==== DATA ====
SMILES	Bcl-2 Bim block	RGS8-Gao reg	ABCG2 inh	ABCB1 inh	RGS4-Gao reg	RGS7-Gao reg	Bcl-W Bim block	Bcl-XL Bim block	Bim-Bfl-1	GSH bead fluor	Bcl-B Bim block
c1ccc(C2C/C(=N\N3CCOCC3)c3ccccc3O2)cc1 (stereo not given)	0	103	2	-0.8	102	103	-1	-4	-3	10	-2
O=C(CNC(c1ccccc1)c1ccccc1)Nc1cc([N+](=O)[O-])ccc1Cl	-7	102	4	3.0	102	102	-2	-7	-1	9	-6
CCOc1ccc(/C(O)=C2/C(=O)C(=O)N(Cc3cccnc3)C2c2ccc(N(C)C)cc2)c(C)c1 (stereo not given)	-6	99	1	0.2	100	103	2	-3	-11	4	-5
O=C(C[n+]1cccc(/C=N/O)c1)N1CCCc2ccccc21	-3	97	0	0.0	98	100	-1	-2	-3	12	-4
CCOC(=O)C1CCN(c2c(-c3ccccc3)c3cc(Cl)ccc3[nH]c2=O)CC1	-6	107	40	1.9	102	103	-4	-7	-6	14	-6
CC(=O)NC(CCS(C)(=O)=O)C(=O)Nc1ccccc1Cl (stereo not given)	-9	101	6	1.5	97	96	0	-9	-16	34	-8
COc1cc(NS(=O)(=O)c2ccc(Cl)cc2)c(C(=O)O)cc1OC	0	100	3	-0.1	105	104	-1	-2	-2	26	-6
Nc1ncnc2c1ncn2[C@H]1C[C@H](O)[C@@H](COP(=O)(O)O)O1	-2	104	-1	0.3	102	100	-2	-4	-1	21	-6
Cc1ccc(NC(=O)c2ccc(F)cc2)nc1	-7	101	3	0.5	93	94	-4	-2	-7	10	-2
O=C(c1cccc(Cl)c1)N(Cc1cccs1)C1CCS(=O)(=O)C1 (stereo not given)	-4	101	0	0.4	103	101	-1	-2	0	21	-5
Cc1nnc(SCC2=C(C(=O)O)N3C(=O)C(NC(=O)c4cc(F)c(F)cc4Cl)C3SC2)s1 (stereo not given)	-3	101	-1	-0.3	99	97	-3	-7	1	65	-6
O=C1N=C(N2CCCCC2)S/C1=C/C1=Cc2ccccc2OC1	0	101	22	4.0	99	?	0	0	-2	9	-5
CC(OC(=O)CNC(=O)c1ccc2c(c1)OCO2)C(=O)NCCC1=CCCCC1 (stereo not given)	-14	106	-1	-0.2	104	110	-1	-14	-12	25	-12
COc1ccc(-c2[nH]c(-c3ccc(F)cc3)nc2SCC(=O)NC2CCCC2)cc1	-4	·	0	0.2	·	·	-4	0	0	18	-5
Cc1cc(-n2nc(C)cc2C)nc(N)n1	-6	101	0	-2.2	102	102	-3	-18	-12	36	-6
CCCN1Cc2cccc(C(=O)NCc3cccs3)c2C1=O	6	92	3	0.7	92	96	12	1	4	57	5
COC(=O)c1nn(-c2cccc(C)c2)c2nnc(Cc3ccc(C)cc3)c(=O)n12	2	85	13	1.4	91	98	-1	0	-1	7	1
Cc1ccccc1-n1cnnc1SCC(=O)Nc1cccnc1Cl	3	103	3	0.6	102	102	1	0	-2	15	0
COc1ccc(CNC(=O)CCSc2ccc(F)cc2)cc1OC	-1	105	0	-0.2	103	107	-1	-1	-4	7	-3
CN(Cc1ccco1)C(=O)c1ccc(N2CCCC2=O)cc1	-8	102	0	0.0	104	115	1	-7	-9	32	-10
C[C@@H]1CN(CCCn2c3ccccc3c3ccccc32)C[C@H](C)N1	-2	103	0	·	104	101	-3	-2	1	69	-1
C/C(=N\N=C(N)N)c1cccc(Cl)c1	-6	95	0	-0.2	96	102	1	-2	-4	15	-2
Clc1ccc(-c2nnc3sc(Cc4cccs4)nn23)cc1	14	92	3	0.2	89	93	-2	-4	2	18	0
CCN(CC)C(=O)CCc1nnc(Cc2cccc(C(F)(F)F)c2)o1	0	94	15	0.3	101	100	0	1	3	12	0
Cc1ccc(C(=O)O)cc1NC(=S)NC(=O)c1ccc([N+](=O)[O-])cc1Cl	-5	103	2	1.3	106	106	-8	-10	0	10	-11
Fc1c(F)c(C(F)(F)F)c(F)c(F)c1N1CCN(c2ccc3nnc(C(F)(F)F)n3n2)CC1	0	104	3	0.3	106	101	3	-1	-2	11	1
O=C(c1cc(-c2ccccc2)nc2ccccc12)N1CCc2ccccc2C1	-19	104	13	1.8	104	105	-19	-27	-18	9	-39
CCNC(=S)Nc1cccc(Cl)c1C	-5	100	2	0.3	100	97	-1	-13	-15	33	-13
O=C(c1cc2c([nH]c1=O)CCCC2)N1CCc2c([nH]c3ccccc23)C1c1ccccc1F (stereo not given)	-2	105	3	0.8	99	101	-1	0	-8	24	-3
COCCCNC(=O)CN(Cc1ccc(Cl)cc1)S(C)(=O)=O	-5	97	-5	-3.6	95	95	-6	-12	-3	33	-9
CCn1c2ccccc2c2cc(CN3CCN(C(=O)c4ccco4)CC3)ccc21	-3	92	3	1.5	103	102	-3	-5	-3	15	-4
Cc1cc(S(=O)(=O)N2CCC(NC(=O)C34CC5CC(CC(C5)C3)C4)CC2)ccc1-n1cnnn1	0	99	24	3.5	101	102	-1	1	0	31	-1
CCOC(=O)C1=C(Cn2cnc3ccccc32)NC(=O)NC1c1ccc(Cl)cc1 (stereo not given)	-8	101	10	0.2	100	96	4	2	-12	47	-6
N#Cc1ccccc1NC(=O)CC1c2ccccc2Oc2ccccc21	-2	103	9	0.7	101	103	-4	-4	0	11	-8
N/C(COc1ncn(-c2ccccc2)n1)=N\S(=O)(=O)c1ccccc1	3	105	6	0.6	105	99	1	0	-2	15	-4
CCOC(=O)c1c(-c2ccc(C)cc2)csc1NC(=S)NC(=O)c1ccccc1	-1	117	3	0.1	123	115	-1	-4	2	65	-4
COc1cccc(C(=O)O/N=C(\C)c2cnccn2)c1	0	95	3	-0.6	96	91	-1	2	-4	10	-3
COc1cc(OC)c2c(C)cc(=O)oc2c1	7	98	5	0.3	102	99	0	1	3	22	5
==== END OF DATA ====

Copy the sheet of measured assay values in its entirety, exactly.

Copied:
SMILES	Bcl-2 Bim block	RGS8-Gao reg	ABCG2 inh	ABCB1 inh	RGS4-Gao reg	RGS7-Gao reg	Bcl-W Bim block	Bcl-XL Bim block	Bim-Bfl-1	GSH bead fluor	Bcl-B Bim block
c1ccc(C2C/C(=N\N3CCOCC3)c3ccccc3O2)cc1 (stereo not given)	0	103	2	-0.8	102	103	-1	-4	-3	10	-2
O=C(CNC(c1ccccc1)c1ccccc1)Nc1cc([N+](=O)[O-])ccc1Cl	-7	102	4	3.0	102	102	-2	-7	-1	9	-6
CCOc1ccc(/C(O)=C2/C(=O)C(=O)N(Cc3cccnc3)C2c2ccc(N(C)C)cc2)c(C)c1 (stereo not given)	-6	99	1	0.2	100	103	2	-3	-11	4	-5
O=C(C[n+]1cccc(/C=N/O)c1)N1CCCc2ccccc21	-3	97	0	0.0	98	100	-1	-2	-3	12	-4
CCOC(=O)C1CCN(c2c(-c3ccccc3)c3cc(Cl)ccc3[nH]c2=O)CC1	-6	107	40	1.9	102	103	-4	-7	-6	14	-6
CC(=O)NC(CCS(C)(=O)=O)C(=O)Nc1ccccc1Cl (stereo not given)	-9	101	6	1.5	97	96	0	-9	-16	34	-8
COc1cc(NS(=O)(=O)c2ccc(Cl)cc2)c(C(=O)O)cc1OC	0	100	3	-0.1	105	104	-1	-2	-2	26	-6
Nc1ncnc2c1ncn2[C@H]1C[C@H](O)[C@@H](COP(=O)(O)O)O1	-2	104	-1	0.3	102	100	-2	-4	-1	21	-6
Cc1ccc(NC(=O)c2ccc(F)cc2)nc1	-7	101	3	0.5	93	94	-4	-2	-7	10	-2
O=C(c1cccc(Cl)c1)N(Cc1cccs1)C1CCS(=O)(=O)C1 (stereo not given)	-4	101	0	0.4	103	101	-1	-2	0	21	-5
Cc1nnc(SCC2=C(C(=O)O)N3C(=O)C(NC(=O)c4cc(F)c(F)cc4Cl)C3SC2)s1 (stereo not given)	-3	101	-1	-0.3	99	97	-3	-7	1	65	-6
O=C1N=C(N2CCCCC2)S/C1=C/C1=Cc2ccccc2OC1	0	101	22	4.0	99	?	0	0	-2	9	-5
CC(OC(=O)CNC(=O)c1ccc2c(c1)OCO2)C(=O)NCCC1=CCCCC1 (stereo not given)	-14	106	-1	-0.2	104	110	-1	-14	-12	25	-12
COc1ccc(-c2[nH]c(-c3ccc(F)cc3)nc2SCC(=O)NC2CCCC2)cc1	-4	·	0	0.2	·	·	-4	0	0	18	-5
Cc1cc(-n2nc(C)cc2C)nc(N)n1	-6	101	0	-2.2	102	102	-3	-18	-12	36	-6
CCCN1Cc2cccc(C(=O)NCc3cccs3)c2C1=O	6	92	3	0.7	92	96	12	1	4	57	5
COC(=O)c1nn(-c2cccc(C)c2)c2nnc(Cc3ccc(C)cc3)c(=O)n12	2	85	13	1.4	91	98	-1	0	-1	7	1
Cc1ccccc1-n1cnnc1SCC(=O)Nc1cccnc1Cl	3	103	3	0.6	102	102	1	0	-2	15	0
COc1ccc(CNC(=O)CCSc2ccc(F)cc2)cc1OC	-1	105	0	-0.2	103	107	-1	-1	-4	7	-3
CN(Cc1ccco1)C(=O)c1ccc(N2CCCC2=O)cc1	-8	102	0	0.0	104	115	1	-7	-9	32	-10
C[C@@H]1CN(CCCn2c3ccccc3c3ccccc32)C[C@H](C)N1	-2	103	0	·	104	101	-3	-2	1	69	-1
C/C(=N\N=C(N)N)c1cccc(Cl)c1	-6	95	0	-0.2	96	102	1	-2	-4	15	-2
Clc1ccc(-c2nnc3sc(Cc4cccs4)nn23)cc1	14	92	3	0.2	89	93	-2	-4	2	18	0
CCN(CC)C(=O)CCc1nnc(Cc2cccc(C(F)(F)F)c2)o1	0	94	15	0.3	101	100	0	1	3	12	0
Cc1ccc(C(=O)O)cc1NC(=S)NC(=O)c1ccc([N+](=O)[O-])cc1Cl	-5	103	2	1.3	106	106	-8	-10	0	10	-11
Fc1c(F)c(C(F)(F)F)c(F)c(F)c1N1CCN(c2ccc3nnc(C(F)(F)F)n3n2)CC1	0	104	3	0.3	106	101	3	-1	-2	11	1
O=C(c1cc(-c2ccccc2)nc2ccccc12)N1CCc2ccccc2C1	-19	104	13	1.8	104	105	-19	-27	-18	9	-39
CCNC(=S)Nc1cccc(Cl)c1C	-5	100	2	0.3	100	97	-1	-13	-15	33	-13
O=C(c1cc2c([nH]c1=O)CCCC2)N1CCc2c([nH]c3ccccc23)C1c1ccccc1F (stereo not given)	-2	105	3	0.8	99	101	-1	0	-8	24	-3
COCCCNC(=O)CN(Cc1ccc(Cl)cc1)S(C)(=O)=O	-5	97	-5	-3.6	95	95	-6	-12	-3	33	-9
CCn1c2ccccc2c2cc(CN3CCN(C(=O)c4ccco4)CC3)ccc21	-3	92	3	1.5	103	102	-3	-5	-3	15	-4
Cc1cc(S(=O)(=O)N2CCC(NC(=O)C34CC5CC(CC(C5)C3)C4)CC2)ccc1-n1cnnn1	0	99	24	3.5	101	102	-1	1	0	31	-1
CCOC(=O)C1=C(Cn2cnc3ccccc32)NC(=O)NC1c1ccc(Cl)cc1 (stereo not given)	-8	101	10	0.2	100	96	4	2	-12	47	-6
N#Cc1ccccc1NC(=O)CC1c2ccccc2Oc2ccccc21	-2	103	9	0.7	101	103	-4	-4	0	11	-8
N/C(COc1ncn(-c2ccccc2)n1)=N\S(=O)(=O)c1ccccc1	3	105	6	0.6	105	99	1	0	-2	15	-4
CCOC(=O)c1c(-c2ccc(C)cc2)csc1NC(=S)NC(=O)c1ccccc1	-1	117	3	0.1	123	115	-1	-4	2	65	-4
COc1cccc(C(=O)O/N=C(\C)c2cnccn2)c1	0	95	3	-0.6	96	91	-1	2	-4	10	-3
COc1cc(OC)c2c(C)cc(=O)oc2c1	7	98	5	0.3	102	99	0	1	3	22	5